The excellent long dormant series of New Orleans R&B compilations from Soul Jazz Records has been resuscitated here. The track listing is a rather skimpy 18-tracks totally 56 minutes whereas earlier compilations in this series came to a more generous 24-tracks, not sure why this would be (licensing costs?).
There is some primo rare stuff here including two ace Betty Harris tracks probably backed by The Meters (despite not having their own track here The Meters are all over this CD). The two Lee Dorsey tracks whilst not particularly rare are superior Meter's backed items with Lee's inimitable relaxed, laidback vocals - the ultimate sound of 60's New Orleans. The Dixie Cups versions of "Two-Way-Poc-A-Way" is slightly out of place here coming from the mid-60's and being more girl-group than funk (the only hint of this is the syncopated drum-beat since it is otherwise acapella) but is nevertheless a good track to own. Eldridge Holmes version of Tim Hardin's "If I Was A Carpenter" shouldn't work but somehow he just about pulls it off despite the original being just about as unfunky a song as could be imagined (Hardin's is a stone classic though). Chuck Garbo's "Take Care Of Your Homework" has a smoking funky backing track but the vocals don't quite gell with it though sounding like they belong to a deep soul track - still very enjoyable. The best rare track is Tony Owens "Got A Get My Baby Back Home" which is quite simply a storming funk monster: great backing, great vocal - a gem.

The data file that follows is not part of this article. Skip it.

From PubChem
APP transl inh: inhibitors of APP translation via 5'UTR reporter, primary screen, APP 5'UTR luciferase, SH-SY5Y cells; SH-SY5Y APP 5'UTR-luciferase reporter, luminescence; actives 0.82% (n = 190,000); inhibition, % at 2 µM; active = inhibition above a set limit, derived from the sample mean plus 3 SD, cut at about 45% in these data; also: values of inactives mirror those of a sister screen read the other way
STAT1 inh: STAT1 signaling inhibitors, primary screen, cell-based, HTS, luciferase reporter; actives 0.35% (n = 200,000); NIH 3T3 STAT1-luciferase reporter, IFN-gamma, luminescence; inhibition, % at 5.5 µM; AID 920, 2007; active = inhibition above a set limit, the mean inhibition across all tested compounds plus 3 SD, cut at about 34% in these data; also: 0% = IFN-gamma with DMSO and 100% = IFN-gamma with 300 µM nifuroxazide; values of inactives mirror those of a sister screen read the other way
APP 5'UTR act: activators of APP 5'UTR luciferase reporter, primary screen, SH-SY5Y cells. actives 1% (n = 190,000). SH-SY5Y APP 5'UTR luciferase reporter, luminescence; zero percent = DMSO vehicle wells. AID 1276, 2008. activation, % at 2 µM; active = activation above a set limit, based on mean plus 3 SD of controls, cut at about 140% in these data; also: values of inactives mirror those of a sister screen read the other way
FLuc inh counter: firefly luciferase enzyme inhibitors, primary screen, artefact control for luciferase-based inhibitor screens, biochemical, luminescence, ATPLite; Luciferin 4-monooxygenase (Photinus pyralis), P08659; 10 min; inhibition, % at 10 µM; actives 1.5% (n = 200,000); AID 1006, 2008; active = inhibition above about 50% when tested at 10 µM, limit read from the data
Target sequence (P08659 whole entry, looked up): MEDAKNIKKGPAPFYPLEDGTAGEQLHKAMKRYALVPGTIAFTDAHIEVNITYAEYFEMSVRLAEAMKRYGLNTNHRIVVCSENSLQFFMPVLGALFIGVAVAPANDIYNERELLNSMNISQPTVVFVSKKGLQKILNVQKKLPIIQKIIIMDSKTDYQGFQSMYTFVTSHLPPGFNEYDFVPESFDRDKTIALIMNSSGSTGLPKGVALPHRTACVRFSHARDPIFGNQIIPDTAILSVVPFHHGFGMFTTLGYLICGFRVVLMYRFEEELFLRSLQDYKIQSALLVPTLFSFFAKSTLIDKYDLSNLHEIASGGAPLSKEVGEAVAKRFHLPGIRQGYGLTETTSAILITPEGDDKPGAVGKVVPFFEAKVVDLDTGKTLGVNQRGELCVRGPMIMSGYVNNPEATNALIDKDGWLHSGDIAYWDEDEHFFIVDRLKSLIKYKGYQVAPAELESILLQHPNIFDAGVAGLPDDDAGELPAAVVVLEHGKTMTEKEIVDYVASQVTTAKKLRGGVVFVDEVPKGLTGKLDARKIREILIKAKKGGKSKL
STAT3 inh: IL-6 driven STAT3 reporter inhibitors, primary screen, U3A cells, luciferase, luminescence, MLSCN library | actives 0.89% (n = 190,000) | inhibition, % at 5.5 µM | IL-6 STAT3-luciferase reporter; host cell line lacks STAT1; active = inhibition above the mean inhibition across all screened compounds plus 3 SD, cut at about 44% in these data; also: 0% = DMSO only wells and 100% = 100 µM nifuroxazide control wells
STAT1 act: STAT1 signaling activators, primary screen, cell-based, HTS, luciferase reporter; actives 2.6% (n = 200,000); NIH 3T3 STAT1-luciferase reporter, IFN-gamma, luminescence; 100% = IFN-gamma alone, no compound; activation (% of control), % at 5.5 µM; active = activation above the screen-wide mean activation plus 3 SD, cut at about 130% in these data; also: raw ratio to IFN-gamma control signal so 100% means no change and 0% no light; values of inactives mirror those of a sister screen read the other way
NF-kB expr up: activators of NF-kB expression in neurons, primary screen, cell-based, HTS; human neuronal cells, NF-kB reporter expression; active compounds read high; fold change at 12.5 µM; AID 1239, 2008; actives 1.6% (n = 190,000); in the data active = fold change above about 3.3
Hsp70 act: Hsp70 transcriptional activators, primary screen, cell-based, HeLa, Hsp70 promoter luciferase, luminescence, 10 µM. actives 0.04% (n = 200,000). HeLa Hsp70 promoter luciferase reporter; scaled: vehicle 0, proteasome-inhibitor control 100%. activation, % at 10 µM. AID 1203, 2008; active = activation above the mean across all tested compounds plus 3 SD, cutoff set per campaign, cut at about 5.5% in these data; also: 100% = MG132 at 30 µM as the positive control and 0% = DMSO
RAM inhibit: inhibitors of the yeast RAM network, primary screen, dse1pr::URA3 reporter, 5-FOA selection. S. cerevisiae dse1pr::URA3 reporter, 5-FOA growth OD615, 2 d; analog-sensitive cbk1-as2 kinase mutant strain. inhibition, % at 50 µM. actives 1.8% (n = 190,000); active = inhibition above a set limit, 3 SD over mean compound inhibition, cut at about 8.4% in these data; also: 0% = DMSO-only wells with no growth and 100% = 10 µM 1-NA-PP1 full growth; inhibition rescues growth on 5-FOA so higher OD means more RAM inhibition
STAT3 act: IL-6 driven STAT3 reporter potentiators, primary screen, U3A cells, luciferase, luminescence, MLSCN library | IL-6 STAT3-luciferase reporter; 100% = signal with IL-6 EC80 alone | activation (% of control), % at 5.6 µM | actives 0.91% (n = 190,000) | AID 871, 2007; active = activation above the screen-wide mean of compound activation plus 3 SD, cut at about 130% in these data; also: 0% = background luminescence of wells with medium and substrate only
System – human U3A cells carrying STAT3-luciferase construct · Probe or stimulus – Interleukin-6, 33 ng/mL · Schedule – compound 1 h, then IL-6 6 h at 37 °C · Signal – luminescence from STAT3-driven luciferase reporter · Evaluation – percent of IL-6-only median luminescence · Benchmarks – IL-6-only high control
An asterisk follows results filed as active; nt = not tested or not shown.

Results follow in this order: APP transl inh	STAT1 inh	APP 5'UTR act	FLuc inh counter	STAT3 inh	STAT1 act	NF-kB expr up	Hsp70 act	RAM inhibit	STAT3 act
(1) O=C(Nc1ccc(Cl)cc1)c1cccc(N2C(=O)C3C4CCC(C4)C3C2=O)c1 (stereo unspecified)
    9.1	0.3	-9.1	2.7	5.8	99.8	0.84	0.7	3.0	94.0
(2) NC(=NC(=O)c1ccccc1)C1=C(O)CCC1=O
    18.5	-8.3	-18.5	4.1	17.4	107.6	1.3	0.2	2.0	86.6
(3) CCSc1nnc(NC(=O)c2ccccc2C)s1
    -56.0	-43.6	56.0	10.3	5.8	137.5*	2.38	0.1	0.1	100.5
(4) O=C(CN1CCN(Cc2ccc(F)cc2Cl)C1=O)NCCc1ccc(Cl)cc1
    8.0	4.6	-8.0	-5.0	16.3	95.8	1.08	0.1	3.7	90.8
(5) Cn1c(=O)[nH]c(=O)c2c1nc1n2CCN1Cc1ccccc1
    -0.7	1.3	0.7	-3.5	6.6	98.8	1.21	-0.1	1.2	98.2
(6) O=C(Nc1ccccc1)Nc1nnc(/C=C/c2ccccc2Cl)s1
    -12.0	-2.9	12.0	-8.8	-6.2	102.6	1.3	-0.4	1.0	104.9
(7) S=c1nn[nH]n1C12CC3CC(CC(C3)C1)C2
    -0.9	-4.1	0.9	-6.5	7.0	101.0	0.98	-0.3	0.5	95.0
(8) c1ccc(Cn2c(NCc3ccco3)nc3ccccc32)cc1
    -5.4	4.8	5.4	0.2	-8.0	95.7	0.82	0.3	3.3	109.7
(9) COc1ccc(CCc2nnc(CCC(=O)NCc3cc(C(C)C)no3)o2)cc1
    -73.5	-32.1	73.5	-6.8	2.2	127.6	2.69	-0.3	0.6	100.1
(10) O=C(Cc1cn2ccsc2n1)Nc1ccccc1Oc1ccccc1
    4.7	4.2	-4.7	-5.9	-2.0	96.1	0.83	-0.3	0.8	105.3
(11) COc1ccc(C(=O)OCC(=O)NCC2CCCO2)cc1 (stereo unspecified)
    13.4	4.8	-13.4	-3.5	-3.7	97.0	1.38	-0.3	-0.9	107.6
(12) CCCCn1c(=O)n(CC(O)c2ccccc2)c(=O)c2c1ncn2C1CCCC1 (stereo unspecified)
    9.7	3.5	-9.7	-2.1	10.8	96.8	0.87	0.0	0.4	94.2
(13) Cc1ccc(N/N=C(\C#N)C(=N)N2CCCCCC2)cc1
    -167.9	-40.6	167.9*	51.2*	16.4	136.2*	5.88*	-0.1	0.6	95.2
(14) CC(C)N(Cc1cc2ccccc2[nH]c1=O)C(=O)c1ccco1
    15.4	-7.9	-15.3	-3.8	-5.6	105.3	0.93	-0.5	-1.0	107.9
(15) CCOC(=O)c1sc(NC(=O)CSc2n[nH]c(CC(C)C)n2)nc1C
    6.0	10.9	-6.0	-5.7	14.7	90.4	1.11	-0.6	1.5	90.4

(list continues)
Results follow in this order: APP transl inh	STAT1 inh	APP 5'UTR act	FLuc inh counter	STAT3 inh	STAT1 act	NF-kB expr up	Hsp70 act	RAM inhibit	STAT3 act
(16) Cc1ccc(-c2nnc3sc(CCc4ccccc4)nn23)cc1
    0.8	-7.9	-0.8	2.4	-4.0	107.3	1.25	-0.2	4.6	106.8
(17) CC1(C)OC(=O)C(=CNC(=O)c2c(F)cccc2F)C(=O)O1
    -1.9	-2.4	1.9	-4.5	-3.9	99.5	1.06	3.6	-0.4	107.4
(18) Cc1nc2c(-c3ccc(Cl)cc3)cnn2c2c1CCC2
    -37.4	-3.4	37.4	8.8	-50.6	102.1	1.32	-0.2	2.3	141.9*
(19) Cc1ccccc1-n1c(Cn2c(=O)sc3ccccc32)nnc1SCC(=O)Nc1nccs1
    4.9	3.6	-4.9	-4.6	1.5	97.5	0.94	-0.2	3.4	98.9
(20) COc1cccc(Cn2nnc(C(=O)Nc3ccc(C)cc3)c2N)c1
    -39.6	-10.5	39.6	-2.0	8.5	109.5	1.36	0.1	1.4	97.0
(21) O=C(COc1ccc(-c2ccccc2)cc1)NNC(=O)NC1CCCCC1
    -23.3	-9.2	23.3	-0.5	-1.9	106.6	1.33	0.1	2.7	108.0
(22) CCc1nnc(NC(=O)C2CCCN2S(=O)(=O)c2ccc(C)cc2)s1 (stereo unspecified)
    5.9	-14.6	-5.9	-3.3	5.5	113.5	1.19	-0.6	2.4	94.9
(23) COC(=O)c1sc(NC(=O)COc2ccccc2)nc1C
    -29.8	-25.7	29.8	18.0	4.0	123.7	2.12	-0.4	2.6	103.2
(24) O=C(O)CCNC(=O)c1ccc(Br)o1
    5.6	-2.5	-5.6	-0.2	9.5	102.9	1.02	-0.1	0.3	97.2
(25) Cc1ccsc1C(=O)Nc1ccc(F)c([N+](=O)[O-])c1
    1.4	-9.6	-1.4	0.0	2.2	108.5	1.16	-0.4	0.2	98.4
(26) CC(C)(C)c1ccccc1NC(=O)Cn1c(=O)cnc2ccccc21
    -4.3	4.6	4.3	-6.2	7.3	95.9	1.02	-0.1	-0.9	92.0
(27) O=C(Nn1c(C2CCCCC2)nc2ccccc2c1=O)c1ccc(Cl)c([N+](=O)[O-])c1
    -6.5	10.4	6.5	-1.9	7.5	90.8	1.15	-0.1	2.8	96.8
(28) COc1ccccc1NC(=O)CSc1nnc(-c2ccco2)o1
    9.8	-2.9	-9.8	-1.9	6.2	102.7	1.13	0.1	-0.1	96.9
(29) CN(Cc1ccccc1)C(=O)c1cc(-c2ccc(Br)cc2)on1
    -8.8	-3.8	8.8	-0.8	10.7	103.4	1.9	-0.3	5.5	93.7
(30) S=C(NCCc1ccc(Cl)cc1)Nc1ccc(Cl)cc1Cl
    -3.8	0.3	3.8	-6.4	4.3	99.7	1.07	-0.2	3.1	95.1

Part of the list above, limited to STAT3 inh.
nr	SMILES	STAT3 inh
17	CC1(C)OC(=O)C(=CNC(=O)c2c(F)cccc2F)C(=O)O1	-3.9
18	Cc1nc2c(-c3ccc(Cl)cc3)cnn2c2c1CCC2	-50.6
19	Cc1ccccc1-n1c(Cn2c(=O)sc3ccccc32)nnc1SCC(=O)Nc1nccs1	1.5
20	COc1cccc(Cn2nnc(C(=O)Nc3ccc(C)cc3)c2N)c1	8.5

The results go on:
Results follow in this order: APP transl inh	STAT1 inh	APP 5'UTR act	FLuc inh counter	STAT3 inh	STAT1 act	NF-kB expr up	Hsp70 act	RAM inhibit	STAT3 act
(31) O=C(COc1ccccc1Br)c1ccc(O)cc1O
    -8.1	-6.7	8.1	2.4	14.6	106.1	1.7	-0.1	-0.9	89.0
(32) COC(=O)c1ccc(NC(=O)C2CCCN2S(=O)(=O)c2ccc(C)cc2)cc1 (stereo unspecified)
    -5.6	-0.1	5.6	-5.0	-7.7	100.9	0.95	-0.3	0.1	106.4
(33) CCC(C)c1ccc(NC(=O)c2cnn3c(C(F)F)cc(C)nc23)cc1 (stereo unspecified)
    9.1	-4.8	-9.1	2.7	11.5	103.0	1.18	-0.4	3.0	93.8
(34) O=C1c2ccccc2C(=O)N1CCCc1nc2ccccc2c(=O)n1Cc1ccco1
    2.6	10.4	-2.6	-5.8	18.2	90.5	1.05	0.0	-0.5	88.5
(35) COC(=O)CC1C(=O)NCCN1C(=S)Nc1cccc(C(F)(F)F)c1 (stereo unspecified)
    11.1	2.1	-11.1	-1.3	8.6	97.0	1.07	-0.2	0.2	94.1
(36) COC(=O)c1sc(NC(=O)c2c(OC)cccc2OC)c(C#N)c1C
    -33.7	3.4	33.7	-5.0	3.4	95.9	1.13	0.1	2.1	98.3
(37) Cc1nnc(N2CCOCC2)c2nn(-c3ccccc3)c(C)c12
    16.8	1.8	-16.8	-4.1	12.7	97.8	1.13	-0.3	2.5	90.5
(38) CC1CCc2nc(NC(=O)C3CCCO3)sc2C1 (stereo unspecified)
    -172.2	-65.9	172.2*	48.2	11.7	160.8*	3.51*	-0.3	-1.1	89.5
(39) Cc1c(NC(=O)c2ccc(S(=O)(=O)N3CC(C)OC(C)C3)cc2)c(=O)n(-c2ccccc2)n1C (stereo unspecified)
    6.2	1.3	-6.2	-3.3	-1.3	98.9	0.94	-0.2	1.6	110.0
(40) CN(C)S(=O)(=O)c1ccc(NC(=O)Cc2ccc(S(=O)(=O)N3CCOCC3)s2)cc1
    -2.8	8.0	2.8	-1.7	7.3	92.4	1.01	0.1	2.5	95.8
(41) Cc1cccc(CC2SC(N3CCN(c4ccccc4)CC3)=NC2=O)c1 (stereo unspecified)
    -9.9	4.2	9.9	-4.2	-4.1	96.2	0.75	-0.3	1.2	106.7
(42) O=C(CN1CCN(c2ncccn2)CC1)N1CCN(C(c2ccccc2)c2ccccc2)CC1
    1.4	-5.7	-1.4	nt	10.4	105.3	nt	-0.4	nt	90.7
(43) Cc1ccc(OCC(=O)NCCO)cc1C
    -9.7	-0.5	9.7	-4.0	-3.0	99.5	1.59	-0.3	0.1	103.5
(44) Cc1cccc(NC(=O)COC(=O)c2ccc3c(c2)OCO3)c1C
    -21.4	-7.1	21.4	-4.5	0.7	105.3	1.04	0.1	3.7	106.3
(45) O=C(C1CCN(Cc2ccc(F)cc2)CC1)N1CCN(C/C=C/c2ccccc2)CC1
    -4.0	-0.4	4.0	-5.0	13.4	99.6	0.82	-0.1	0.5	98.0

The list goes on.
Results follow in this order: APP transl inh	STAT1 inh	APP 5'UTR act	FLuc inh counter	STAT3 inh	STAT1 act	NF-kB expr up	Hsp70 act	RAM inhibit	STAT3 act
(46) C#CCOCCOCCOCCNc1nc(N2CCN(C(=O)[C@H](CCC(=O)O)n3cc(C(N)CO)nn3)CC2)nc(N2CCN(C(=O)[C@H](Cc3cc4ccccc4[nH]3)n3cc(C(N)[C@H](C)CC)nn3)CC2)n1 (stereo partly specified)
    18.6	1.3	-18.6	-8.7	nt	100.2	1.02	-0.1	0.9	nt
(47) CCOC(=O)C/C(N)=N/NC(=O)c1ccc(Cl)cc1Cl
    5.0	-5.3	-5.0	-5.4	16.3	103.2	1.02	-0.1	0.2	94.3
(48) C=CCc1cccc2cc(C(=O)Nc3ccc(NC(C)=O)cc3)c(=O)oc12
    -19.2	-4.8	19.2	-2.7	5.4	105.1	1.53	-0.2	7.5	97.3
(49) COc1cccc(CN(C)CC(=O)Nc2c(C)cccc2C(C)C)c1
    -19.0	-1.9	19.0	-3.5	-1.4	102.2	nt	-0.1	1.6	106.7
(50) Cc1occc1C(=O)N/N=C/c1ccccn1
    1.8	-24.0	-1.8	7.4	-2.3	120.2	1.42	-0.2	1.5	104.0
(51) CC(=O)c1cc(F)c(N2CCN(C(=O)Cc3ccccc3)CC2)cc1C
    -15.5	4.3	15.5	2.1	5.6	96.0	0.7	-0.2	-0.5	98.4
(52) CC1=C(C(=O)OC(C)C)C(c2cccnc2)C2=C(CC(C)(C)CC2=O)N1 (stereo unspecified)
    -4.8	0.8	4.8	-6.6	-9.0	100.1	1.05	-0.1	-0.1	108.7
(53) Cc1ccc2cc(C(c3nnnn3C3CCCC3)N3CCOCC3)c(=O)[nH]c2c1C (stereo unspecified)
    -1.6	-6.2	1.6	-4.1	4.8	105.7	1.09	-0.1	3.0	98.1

However the side is slightly let down with some lazy track selections. These include Prof. Longhair's "Big Chief, Part 2" which is simply unnecessary since Part 1 was on Volume One of this compilation series and this sequel doesn't really add much. The Willie West and Toussaint tracks whilst excellent aren't particularly rare and the sort of person who'll pick this set up will likely already have these. Finally The Dirty Dozen Brass Band's version of The Blackbyrds "Do It Fluid" was recorded over 10-years after the latest of the remaining tracks (being recorded in 1984) and so just doesn't 'feel' right either musically or production wise (despite being OK-ish).
In conclusion a very good set that could've been really excellent if a few more songs had been tacked on to match the length of the earlier compilations in this series and the 4-or-so lazy uninspired selections had been exchanged for more potent tracks (of which there are many from New Orleans!).
Lots of great tracks here, some I knew, lots I didn't. Since Volume 1 of this series there's been loads of copycat New Orleans Funk compilations but this is the real deal and as you'd expect from a Soul Jazz compilation the attention to detail sets it apart from the rest.
If you're already a fan of New Orleans funk and soul music I'm sure you'll enjoy this album, and if you don't know much about it then this is a good place to start.